Michael Piperno

Listening is a Powerful Tool

You, Me, and No-one Else

I’ve got some terrific mentors. I’m lucky. I think of two of them often, especially when I’m trying to be sure I listen well and avoid rushing others. And, as a creative person, it’s sometimes hard to stay in the moment and listen when the thing that someone else is saying is sparking a great idea in my head.

But, there’s a place for brainstorming and collaborating, and there’s a place for listening quietly — and absorbing.

Try it.

Focus on your coworker, client, partner, child, or parent today. Listen to what is said, and zoom in on the feelings behind the words. Make him or her feel like in that very moment and for as long as is needed to finish your conversation, there’s nothing else in the world that matters. Your full attention is a wonderful gift, and a powerful communications tool.

Photo by Luke Ellis-Craven on Unsplash
Airlines and Ease in Communications

Airline Miles and a Good Lesson About Ease

The hardest and most important aspect of good communication is making sure the human on the other side can understand it. Actually, not only understand, but relate to it. At Imbue, one of the most satisfying times we experience is when we see the faces of our clients light up after we nail the words and visuals that tell their brand’s story with extreme clarity. Clarity that is often so simple, it seems like it should have been obvious to everyone all along. When that happens, we know we’ve made it easier for them to tell their story, and we’ve made it even easier for their best audiences to want to join them on their journey.

I think about the subject of ease all the time when it comes to communication. Our audiences won’t spend time trying to decipher messages. We can’t make it hard — whether we’re communicating with colleagues, clients, or customers. We must be direct, honest, clear, empathetic, and often creative when we are trying to be heard as individuals and brands. Furthermore, we need to be sure that we don’t mislead anyone along the way.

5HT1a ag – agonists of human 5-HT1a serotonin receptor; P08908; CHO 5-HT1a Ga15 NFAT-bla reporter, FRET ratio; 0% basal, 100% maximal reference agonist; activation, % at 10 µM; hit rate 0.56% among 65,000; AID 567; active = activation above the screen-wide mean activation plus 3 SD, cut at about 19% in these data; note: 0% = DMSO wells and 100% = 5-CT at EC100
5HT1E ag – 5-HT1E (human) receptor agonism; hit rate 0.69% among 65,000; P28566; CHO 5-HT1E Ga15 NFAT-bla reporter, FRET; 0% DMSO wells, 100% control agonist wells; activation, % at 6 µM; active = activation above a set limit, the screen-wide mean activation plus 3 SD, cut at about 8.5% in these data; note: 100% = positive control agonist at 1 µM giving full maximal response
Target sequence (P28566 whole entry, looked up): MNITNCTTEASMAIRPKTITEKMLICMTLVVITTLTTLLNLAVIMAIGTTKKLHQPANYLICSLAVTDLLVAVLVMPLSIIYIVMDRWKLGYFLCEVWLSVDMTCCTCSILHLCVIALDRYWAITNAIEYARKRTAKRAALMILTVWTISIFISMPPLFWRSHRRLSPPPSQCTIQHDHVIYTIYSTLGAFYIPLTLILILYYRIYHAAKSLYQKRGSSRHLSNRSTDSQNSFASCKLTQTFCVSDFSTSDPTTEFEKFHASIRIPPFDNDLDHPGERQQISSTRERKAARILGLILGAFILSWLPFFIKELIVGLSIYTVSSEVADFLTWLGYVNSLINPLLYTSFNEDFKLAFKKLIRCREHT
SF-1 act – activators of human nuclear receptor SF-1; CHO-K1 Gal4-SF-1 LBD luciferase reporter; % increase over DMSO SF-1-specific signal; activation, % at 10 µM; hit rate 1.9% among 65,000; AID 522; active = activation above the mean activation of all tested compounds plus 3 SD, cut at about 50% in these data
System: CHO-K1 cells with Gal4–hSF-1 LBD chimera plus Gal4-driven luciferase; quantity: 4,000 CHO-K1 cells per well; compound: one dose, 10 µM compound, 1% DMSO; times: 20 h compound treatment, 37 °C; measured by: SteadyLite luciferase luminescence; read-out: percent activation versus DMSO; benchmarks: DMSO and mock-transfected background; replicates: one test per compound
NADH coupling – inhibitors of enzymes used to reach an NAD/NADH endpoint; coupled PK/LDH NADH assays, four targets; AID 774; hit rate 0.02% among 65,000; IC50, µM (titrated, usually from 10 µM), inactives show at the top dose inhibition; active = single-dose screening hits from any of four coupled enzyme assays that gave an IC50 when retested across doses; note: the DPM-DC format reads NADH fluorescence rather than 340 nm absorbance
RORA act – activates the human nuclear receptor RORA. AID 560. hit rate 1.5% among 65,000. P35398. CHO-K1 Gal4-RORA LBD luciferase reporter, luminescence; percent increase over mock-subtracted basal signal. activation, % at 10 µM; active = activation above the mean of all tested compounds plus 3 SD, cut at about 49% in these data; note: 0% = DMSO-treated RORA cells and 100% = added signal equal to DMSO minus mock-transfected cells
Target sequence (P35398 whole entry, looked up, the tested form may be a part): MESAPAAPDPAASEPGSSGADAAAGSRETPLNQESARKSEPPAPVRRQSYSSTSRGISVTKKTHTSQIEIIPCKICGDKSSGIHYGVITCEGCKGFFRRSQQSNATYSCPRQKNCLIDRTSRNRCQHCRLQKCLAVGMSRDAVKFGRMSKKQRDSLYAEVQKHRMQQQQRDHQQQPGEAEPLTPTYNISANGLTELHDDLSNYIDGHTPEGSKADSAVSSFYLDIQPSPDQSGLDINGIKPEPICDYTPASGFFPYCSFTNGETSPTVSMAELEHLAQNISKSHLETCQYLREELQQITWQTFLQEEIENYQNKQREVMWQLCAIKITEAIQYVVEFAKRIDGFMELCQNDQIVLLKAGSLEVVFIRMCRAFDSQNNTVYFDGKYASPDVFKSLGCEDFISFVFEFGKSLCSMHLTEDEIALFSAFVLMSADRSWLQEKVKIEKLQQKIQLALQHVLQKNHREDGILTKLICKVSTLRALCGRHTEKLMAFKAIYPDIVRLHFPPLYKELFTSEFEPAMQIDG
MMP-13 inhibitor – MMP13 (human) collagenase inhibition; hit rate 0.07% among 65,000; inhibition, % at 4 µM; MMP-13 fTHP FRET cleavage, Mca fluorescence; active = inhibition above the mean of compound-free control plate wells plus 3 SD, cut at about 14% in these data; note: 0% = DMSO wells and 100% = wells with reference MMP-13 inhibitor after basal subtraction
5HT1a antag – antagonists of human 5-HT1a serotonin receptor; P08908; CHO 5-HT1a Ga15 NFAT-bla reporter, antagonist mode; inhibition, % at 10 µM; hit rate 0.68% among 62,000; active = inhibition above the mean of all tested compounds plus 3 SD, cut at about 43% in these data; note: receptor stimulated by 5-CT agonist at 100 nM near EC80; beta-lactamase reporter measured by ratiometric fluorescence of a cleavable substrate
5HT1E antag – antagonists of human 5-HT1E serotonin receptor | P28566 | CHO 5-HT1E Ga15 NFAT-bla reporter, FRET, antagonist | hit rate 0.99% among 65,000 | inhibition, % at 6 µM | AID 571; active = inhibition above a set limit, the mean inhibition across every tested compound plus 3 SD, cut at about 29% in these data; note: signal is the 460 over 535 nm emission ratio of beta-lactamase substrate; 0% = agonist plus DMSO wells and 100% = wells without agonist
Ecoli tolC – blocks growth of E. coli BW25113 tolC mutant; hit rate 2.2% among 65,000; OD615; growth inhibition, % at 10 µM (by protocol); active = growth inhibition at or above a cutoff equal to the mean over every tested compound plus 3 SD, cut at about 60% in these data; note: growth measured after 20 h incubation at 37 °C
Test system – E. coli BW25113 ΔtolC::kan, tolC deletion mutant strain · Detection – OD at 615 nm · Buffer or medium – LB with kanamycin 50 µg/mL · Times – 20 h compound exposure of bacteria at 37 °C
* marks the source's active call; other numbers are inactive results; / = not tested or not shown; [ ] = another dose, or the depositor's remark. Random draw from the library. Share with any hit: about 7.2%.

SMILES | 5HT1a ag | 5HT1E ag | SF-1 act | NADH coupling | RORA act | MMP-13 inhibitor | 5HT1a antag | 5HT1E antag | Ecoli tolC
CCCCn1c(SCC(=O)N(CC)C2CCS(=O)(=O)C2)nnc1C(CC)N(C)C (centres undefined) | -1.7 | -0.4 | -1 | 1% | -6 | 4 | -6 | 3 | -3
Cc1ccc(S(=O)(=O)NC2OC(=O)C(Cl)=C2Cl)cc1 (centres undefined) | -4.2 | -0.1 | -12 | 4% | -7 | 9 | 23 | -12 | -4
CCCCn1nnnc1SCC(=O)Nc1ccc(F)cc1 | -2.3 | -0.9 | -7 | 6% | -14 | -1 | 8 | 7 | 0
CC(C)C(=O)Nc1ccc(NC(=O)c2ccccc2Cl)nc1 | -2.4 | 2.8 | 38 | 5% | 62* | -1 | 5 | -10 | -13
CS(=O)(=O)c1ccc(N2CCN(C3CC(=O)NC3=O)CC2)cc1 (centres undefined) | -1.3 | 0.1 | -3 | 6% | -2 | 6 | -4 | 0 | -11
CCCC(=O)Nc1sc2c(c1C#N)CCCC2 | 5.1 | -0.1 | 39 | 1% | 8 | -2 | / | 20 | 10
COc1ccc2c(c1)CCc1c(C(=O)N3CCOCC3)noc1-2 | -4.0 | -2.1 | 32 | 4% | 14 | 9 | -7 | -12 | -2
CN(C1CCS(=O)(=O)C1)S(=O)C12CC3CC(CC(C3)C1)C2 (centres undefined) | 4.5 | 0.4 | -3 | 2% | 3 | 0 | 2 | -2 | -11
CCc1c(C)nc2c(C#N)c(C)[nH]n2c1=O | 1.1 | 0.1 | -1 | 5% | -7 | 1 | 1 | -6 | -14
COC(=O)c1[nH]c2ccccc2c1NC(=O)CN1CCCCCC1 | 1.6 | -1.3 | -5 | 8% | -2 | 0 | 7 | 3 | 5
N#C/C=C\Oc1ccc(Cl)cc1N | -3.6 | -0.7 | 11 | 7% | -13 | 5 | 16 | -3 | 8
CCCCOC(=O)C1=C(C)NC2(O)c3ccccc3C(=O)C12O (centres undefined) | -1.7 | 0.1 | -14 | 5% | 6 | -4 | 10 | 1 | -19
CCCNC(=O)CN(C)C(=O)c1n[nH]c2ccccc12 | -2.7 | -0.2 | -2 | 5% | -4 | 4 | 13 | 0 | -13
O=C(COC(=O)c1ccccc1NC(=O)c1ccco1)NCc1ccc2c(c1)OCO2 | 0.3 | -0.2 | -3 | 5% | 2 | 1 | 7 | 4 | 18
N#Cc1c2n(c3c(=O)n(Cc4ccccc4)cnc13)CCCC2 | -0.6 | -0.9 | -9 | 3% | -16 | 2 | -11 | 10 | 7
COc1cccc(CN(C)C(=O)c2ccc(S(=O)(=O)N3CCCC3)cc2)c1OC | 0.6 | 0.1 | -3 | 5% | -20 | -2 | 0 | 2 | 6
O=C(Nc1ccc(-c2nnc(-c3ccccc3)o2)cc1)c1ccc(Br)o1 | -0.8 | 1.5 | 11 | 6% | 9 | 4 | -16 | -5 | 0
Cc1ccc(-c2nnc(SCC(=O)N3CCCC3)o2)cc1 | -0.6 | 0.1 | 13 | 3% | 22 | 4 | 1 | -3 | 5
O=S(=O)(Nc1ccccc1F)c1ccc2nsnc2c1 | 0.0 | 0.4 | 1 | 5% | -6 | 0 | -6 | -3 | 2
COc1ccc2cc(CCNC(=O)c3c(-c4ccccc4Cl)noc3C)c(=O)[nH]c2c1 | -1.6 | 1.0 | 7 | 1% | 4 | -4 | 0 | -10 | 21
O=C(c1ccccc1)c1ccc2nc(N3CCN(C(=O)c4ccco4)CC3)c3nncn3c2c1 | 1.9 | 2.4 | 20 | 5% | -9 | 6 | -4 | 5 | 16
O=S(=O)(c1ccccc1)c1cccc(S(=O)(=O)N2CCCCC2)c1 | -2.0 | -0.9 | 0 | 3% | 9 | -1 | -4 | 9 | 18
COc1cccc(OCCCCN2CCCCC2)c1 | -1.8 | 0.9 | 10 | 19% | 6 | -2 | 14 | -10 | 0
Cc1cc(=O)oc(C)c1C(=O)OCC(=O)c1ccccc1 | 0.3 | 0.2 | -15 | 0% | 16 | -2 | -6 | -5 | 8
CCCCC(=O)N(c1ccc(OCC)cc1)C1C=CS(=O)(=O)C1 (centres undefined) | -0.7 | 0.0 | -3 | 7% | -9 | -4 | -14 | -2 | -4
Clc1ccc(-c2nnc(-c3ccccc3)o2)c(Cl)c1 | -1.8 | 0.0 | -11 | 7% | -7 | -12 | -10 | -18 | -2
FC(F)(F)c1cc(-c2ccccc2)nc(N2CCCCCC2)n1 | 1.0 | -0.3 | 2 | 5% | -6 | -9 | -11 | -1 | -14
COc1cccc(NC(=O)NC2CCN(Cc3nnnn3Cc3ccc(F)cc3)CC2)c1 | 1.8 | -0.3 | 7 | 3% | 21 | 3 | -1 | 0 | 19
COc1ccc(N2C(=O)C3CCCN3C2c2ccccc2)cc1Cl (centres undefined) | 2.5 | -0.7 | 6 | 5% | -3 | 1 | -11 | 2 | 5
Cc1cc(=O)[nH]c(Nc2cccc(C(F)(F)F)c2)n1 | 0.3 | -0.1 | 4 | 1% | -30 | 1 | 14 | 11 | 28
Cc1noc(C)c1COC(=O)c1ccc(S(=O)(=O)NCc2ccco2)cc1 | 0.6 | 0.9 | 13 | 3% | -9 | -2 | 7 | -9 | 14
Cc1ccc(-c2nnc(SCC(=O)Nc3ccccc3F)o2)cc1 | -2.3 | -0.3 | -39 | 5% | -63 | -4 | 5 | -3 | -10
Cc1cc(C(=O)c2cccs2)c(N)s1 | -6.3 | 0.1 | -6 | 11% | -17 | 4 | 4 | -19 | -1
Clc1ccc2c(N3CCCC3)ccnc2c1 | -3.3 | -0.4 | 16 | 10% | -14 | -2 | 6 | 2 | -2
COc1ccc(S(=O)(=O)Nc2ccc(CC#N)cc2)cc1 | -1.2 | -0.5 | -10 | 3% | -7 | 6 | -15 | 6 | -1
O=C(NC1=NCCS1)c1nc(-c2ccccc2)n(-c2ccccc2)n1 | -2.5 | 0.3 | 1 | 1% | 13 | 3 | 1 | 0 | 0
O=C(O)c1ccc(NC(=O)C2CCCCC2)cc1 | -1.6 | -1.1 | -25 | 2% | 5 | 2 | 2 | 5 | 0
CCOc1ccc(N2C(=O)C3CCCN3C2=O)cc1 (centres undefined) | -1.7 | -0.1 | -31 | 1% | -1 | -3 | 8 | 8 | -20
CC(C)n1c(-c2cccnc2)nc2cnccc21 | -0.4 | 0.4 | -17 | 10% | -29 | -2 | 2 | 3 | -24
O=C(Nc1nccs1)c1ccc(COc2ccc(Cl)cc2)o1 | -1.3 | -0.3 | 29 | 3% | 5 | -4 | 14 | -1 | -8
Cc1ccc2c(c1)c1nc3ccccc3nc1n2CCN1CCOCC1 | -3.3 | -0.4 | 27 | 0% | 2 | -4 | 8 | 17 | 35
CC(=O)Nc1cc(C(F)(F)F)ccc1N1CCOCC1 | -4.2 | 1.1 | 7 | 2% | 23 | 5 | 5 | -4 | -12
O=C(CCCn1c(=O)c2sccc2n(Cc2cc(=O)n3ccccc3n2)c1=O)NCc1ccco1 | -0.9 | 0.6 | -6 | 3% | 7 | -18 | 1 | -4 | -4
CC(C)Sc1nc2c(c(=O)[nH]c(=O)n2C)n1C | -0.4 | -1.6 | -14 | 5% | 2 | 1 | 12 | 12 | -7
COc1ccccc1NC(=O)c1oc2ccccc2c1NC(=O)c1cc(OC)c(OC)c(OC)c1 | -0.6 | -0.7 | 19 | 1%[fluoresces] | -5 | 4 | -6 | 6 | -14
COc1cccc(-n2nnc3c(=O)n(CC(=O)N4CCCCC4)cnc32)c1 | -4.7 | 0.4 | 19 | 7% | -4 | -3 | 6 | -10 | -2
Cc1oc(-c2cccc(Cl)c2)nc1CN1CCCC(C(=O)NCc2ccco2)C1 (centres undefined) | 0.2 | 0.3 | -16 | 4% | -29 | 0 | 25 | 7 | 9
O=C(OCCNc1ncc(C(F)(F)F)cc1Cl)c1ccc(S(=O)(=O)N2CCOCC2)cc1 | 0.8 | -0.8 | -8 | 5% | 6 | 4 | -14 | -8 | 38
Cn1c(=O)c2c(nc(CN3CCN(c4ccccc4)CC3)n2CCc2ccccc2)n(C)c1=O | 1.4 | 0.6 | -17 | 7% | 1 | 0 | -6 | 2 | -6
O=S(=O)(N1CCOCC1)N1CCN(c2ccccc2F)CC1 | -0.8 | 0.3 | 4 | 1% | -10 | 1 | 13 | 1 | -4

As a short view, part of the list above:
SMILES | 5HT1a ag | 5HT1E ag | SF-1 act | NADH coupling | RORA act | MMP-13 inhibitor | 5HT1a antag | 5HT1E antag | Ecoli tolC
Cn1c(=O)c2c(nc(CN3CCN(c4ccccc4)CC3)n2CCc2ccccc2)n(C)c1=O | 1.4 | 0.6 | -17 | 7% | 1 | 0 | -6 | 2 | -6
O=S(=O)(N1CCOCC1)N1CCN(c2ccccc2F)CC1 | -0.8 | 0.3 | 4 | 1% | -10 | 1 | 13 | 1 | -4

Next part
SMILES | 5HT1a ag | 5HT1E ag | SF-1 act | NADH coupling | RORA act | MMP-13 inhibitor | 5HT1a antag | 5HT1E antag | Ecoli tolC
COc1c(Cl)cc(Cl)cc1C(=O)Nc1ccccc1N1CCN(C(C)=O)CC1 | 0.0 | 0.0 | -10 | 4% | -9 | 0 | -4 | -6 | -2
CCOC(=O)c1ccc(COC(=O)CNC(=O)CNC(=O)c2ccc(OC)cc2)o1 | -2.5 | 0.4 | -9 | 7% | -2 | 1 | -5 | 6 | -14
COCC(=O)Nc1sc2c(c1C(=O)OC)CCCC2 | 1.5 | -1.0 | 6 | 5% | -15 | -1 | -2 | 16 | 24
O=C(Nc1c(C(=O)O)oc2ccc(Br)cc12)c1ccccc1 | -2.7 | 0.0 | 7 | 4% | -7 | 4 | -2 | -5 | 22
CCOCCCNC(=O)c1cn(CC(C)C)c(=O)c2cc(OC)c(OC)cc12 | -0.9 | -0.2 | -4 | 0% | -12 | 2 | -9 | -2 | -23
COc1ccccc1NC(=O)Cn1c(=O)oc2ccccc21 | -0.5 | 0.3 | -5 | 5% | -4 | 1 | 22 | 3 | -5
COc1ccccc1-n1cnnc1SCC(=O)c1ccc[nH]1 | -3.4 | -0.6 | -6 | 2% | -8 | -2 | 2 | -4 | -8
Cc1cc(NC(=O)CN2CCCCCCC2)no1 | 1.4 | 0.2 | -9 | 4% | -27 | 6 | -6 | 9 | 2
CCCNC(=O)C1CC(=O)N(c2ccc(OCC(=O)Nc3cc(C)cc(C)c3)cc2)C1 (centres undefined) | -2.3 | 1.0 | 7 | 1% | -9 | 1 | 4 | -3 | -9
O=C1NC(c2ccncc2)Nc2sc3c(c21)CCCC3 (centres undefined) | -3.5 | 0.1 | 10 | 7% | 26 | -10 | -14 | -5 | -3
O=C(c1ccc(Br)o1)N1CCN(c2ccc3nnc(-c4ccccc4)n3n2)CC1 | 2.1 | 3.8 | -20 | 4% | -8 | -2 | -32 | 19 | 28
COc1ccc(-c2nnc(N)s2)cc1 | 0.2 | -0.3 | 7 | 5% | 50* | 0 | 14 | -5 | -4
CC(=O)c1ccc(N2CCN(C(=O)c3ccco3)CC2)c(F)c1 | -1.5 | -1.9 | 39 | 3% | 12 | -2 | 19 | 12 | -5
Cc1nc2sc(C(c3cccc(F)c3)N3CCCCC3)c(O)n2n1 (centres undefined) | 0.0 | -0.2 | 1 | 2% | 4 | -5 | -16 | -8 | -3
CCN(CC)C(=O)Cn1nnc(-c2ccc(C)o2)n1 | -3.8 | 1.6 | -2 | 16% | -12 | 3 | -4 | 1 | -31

This topic came to mind because last night I tried to book airline award travel with one of the largest airlines in the United States. The airline always touts that with just 25,000 miles you can get a free flight within the continental United States. Great! I’ve got over 100,000 points to use. Surely my partner and I can fly to California with coach class seats for less than 100,000 miles. Right?

Well, sort of. In order to travel at a reasonable hour and only connect once each way, we actually needed 120,000 miles (60,000 each). However, if we were willing to leave on a different day of the week, fly overnight, and connect through 2 different airports each way, I could have covered the trip with miles.

I was frustrated. Not only with the empty promise of being able to use miles on flights I would actually want to take, but also with a clunky user experience on the airline’s website that made trying to figure out how to calculate and book award travel a chore.

So, here’s an important reminder about ease for everyone in business. If you make it hard, your prospects will move on. If you make things difficult, your colleagues will either get frustrated with you, or simply tune you out. If you mislead people, your credibility will suffer. Make it easy on yourself and others by taking the time to make things as easy and clear as possible. And remember, sometimes you need an outsider’s perspective to ensure what you think seems easy actually is.

Try it.

Re-read a few emails or texts today and think about how you could have made your communications more tailored to the needs of the recipient so he or she could have processed and responded to you with greater ease. Could they have been shorter? Maybe they needed more context? Perhaps some of your messages were just too rushed or you made too many assumptions based on your state of mind (as opposed to the potential state of mind of whomever was getting the message).